Handbook of Welfare in China
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Handbook of Welfare in China

Edited by Beatriz Carrillo, Johanna Hood and Paul Kadetz

The Handbook is a timely compilation dedicated to exploring a rare diversity of perspectives and content on the development, successes, reforms and challenges within China’s contemporary welfare system. It showcases an extensive introduction and 20 original chapters by leading and emerging area specialists who explore a century of welfare provision from the Nationalist era, up to and concentrating on economic reform and marketisation (1978 to the present). Organised around five key concerns (social security and welfare; emerging issues and actors; gaps; future challenges) chapters draw on original case-based research from diverse disciplines and perspectives, engage existing literature and further key debates.
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Chapter 10: Rural-to-urban migrants: access to welfare services and integration into urban life

Juan Chen

Abstract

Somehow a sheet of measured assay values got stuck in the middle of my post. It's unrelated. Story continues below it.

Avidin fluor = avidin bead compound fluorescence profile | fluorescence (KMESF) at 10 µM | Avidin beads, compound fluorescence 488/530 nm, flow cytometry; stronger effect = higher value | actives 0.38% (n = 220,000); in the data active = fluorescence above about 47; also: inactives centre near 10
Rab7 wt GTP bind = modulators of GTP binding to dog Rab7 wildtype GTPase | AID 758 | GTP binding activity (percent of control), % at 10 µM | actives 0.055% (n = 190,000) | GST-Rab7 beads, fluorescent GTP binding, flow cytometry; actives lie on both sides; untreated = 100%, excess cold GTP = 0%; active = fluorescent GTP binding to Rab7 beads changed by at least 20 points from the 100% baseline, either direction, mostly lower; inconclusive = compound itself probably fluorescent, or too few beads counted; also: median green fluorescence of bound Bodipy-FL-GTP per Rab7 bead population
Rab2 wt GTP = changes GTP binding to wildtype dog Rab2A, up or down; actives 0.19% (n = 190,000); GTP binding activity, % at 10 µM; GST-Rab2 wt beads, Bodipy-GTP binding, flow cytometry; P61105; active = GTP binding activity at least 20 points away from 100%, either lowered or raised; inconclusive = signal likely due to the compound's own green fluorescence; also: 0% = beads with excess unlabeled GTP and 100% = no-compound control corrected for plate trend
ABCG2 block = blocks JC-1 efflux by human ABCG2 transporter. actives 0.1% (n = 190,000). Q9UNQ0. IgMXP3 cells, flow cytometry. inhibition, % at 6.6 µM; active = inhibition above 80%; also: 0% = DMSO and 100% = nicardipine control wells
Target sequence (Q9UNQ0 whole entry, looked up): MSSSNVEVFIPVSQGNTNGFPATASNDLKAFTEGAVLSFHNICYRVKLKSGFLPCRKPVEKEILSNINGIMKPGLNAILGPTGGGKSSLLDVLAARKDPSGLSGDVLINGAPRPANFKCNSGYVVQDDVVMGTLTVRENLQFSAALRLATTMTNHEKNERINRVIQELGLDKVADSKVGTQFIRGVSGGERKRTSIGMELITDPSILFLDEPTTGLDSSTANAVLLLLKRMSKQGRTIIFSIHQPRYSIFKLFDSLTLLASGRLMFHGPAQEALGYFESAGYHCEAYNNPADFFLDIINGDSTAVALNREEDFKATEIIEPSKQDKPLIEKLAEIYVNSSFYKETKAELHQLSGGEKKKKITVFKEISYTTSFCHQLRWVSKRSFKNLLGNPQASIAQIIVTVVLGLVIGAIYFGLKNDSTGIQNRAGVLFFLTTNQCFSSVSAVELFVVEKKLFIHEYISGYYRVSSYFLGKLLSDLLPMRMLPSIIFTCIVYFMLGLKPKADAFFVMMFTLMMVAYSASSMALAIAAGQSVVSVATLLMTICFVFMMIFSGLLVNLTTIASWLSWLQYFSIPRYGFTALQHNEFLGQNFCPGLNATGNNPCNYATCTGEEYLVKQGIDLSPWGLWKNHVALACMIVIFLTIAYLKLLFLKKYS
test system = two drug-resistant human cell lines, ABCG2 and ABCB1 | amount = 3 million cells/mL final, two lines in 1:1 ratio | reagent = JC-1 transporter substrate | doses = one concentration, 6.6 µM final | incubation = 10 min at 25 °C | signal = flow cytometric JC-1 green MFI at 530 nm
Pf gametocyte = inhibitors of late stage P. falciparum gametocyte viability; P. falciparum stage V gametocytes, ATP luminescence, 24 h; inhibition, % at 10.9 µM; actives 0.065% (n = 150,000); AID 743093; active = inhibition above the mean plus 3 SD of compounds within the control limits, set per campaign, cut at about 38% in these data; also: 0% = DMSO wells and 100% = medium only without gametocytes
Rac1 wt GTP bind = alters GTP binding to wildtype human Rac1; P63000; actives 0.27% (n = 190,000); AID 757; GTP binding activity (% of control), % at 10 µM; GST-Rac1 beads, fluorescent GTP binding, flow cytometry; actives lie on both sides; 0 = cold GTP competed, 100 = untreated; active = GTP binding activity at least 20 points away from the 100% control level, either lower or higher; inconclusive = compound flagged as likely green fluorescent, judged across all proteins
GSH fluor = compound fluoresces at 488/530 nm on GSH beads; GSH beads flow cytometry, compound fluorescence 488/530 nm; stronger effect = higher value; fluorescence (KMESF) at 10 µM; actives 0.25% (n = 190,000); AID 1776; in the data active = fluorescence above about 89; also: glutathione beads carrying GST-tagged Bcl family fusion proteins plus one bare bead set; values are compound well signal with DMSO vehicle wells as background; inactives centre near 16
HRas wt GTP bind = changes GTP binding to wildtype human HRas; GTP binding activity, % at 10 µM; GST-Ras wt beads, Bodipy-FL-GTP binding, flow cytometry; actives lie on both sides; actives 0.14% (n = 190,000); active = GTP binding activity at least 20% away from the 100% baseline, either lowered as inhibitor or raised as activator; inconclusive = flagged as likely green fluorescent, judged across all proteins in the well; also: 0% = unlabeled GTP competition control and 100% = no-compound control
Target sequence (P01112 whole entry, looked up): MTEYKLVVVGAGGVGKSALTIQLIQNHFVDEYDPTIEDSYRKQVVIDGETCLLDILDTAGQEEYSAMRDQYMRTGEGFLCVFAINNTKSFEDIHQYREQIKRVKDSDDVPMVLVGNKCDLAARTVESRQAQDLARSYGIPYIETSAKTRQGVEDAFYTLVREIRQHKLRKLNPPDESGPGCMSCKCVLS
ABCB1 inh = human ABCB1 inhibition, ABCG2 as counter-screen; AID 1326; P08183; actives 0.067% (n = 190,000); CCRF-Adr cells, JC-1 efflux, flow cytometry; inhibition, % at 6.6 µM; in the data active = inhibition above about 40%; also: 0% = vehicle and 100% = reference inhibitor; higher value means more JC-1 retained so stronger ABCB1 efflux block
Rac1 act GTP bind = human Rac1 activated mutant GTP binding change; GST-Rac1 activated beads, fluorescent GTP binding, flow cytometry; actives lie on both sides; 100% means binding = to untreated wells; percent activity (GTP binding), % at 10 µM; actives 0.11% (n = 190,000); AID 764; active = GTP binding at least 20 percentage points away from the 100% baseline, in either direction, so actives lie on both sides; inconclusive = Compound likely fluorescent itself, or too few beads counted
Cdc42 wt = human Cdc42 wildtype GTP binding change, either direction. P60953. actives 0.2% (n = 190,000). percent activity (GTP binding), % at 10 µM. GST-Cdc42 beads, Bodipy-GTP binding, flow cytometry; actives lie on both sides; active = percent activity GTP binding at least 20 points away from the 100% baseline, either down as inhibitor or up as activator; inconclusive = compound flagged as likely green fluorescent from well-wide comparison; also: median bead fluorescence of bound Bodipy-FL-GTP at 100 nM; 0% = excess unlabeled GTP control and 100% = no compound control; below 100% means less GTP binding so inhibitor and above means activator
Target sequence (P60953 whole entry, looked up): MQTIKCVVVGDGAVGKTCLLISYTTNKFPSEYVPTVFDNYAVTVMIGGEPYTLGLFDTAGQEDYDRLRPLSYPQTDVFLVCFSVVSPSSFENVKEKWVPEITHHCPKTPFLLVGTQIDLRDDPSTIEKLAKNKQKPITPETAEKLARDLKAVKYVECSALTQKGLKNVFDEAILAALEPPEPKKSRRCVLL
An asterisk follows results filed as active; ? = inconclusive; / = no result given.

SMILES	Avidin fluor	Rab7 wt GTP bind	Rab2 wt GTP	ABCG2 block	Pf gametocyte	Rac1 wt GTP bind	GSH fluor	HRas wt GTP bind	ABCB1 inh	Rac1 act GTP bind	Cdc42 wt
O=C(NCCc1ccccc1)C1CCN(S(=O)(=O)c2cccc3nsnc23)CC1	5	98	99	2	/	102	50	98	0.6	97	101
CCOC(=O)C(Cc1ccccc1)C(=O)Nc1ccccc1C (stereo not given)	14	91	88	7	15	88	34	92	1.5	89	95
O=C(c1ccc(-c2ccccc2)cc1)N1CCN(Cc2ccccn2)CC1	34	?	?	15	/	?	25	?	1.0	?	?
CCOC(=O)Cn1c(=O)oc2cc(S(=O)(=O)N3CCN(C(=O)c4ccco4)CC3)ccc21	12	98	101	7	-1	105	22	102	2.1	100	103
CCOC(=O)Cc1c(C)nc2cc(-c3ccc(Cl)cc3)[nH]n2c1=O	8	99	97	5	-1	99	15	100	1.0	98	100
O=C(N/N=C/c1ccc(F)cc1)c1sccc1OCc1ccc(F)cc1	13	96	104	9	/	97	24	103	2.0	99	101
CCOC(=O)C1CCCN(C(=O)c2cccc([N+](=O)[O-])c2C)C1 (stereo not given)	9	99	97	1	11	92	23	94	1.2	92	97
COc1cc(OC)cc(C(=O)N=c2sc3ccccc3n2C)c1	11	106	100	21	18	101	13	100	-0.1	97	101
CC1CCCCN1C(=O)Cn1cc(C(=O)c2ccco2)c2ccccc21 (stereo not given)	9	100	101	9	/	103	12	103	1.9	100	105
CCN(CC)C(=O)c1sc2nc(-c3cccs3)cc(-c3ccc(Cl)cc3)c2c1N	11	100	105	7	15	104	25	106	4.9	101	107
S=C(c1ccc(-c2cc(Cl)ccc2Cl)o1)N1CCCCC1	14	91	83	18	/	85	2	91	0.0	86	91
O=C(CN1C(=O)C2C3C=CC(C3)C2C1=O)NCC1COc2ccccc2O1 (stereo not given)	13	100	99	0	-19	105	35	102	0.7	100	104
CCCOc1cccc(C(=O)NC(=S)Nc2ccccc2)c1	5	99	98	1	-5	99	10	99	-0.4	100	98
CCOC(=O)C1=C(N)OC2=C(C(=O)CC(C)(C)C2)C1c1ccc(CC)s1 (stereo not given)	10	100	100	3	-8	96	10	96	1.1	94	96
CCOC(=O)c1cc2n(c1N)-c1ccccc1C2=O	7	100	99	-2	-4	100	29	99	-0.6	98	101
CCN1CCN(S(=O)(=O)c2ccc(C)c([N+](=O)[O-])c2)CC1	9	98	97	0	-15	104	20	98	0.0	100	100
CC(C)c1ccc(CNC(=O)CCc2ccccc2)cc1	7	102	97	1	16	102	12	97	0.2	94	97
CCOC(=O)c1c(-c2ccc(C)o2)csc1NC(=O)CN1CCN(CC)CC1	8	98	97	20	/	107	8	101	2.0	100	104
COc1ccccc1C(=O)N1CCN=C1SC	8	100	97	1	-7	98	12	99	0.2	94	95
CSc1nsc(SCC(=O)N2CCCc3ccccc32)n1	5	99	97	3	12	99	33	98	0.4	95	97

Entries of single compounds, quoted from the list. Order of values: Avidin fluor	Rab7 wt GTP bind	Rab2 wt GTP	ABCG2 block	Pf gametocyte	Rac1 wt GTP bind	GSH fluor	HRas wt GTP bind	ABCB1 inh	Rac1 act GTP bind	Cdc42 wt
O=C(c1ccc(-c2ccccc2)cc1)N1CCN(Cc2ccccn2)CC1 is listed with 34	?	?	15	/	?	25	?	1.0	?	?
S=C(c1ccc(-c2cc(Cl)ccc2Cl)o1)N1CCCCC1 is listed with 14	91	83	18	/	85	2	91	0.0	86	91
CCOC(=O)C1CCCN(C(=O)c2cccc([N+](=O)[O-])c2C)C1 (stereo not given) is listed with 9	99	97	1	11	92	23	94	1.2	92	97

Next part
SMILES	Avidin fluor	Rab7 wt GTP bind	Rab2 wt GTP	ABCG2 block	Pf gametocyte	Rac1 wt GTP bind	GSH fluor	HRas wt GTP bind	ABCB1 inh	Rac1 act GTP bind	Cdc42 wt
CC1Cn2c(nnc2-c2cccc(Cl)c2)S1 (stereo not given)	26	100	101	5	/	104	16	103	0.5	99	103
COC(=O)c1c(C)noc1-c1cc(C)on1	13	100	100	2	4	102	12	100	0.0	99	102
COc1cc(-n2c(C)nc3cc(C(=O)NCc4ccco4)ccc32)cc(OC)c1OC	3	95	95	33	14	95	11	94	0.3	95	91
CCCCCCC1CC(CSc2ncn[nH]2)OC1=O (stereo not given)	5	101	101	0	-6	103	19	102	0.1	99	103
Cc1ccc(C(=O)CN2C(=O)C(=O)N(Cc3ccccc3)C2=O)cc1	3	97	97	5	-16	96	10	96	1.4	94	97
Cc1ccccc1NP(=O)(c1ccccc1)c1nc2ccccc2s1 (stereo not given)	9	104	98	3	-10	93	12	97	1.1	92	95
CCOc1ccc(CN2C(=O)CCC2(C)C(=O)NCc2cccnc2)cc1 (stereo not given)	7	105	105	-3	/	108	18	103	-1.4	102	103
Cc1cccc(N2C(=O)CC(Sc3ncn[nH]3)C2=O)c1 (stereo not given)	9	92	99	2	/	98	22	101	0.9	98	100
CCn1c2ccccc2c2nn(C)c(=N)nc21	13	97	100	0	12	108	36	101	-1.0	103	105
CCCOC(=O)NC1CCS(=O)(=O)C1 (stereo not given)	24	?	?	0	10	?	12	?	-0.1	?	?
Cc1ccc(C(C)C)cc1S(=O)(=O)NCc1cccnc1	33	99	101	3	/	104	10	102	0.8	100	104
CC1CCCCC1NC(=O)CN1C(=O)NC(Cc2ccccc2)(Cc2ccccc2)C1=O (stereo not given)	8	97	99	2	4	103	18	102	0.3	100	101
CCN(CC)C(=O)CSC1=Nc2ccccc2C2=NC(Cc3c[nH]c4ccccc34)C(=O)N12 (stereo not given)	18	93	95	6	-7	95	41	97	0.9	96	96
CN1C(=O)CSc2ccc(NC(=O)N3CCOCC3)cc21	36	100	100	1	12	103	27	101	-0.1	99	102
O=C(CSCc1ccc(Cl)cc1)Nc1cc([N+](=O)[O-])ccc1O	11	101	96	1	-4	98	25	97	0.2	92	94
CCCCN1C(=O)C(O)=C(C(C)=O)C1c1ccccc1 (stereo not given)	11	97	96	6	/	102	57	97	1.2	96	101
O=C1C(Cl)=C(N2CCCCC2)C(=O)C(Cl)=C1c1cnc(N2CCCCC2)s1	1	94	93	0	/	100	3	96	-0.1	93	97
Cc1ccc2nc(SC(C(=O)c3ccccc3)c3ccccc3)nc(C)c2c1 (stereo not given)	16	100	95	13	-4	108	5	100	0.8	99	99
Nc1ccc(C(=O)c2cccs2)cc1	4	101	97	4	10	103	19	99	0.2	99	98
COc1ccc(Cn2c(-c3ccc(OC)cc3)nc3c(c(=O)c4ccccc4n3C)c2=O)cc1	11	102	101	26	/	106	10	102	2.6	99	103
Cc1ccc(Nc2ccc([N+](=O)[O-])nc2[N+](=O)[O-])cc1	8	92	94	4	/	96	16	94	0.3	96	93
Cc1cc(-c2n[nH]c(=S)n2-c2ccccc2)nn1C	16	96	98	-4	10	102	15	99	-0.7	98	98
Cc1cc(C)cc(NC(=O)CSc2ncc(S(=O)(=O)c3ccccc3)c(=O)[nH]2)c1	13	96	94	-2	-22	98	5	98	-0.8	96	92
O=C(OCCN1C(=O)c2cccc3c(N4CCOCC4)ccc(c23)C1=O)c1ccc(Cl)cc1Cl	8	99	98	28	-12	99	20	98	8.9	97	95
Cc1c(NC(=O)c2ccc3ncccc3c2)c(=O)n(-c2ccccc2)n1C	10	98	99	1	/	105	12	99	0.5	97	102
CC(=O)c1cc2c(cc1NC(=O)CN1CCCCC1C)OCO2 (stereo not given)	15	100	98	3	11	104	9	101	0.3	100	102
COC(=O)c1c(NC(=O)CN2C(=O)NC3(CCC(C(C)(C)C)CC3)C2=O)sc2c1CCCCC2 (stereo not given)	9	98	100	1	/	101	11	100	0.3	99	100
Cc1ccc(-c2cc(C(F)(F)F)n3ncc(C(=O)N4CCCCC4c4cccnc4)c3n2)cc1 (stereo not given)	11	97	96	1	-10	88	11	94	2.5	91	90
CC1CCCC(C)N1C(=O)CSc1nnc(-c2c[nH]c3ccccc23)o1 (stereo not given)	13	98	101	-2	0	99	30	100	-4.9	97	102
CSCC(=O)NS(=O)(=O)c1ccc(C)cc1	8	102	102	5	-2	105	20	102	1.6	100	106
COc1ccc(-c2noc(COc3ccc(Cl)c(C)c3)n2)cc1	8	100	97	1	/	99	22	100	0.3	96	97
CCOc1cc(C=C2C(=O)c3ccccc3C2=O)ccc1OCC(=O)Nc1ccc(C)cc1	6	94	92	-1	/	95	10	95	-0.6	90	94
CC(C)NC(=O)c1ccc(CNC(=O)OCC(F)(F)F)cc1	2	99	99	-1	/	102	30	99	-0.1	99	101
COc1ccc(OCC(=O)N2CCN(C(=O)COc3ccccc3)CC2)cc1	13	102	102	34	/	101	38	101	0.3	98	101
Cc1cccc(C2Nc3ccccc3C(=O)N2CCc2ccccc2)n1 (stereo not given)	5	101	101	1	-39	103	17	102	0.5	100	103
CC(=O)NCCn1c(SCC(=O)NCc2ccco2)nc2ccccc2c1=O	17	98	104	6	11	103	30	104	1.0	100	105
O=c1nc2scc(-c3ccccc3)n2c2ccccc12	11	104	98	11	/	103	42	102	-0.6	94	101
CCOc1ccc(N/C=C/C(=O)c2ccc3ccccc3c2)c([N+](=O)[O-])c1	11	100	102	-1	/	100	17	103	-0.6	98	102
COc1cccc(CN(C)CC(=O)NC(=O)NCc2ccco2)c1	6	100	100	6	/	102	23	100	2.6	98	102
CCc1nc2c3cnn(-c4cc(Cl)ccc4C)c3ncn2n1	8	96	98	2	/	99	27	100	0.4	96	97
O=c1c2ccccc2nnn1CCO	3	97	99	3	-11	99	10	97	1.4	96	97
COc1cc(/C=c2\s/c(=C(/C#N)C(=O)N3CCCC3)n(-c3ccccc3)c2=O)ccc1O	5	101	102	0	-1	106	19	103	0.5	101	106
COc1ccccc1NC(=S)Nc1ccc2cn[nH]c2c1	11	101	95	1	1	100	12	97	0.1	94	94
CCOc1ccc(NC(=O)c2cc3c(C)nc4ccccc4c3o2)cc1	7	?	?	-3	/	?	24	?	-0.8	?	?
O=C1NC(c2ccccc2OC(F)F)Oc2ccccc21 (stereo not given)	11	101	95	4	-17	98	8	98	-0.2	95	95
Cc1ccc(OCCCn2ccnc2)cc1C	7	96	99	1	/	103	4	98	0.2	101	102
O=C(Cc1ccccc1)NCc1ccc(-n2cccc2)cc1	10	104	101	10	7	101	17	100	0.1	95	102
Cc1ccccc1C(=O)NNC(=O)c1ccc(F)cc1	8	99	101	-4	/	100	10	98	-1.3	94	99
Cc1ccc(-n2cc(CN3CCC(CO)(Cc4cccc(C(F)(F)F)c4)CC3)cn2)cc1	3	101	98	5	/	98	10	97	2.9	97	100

In light of the rapid urbanization process and the associated social and welfare reforms in China since the 21st century, this chapter examines rural-to urban migrants’ access to urban social services and integration into various aspects of urban life, based on analysis of the 2011 Migration and Quality of Life Survey data. Results present a mixed picture: in the areas of occupation, industry, health status and receipt of medical treatment, rural-to-urban migrants did not face more discrimination than urban residents; neither did they report higher levels of perceived institutional or interpersonal discrimination. However, they were still excluded from jobs in the State sector, and their identity was closely linked to their rural background. Nonetheless, rural-to-urban migrants did not show a lesser degree of involvement in urban community activities or a greater inclination to move out of their host city than urban residents or urbanized rural residents after socio-demographic characteristics, particularly homeownership, were controlled in the analysis. Given that rural-to-urban migrants represent a significant proportion of the urban population but have not enjoyed the same citizenship rights of urban dwellers, such an investigation provides essential insights for improving the efficacy of social and welfare reforms in China. Particularly, ongoing pro-urbanization policies must be accompanied by measures to grant rural-to-urban migrants equal access to jobs in the State sector; to urban health insurance and medical services; and to stable and affordable housing in the host cities.

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